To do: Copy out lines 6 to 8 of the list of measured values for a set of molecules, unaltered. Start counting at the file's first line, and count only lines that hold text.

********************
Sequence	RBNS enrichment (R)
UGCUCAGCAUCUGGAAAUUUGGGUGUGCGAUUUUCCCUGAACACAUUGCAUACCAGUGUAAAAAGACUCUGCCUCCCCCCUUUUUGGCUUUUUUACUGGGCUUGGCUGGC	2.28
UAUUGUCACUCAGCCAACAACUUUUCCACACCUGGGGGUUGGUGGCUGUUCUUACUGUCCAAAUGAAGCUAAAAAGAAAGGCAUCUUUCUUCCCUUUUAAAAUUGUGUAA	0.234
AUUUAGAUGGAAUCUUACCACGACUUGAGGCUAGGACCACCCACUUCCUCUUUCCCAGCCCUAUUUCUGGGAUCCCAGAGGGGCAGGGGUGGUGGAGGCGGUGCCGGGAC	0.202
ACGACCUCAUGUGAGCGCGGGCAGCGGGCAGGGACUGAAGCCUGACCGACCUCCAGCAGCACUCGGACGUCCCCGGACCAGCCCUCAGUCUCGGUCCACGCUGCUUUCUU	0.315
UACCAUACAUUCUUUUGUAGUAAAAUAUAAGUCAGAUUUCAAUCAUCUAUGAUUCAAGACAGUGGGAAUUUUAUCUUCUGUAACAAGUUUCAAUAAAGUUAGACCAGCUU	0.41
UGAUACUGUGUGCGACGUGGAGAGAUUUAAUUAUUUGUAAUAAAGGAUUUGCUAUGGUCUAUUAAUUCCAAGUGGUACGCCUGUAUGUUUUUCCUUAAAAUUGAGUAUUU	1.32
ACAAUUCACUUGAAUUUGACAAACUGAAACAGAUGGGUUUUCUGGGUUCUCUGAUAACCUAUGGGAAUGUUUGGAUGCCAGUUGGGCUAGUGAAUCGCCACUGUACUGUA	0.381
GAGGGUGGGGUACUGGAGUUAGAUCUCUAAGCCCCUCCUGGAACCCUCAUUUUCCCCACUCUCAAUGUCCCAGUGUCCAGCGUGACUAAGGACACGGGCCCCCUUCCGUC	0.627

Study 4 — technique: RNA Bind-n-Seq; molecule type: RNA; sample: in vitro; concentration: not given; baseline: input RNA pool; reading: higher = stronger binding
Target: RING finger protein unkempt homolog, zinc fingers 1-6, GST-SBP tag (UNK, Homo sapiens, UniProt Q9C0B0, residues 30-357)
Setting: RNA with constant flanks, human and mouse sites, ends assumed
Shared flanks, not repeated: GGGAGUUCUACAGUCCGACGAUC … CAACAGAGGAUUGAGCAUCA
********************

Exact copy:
UACCAUACAUUCUUUUGUAGUAAAAUAUAAGUCAGAUUUCAAUCAUCUAUGAUUCAAGACAGUGGGAAUUUUAUCUUCUGUAACAAGUUUCAAUAAAGUUAGACCAGCUU	0.41
UGAUACUGUGUGCGACGUGGAGAGAUUUAAUUAUUUGUAAUAAAGGAUUUGCUAUGGUCUAUUAAUUCCAAGUGGUACGCCUGUAUGUUUUUCCUUAAAAUUGAGUAUUU	1.32
ACAAUUCACUUGAAUUUGACAAACUGAAACAGAUGGGUUUUCUGGGUUCUCUGAUAACCUAUGGGAAUGUUUGGAUGCCAGUUGGGCUAGUGAAUCGCCACUGUACUGUA	0.381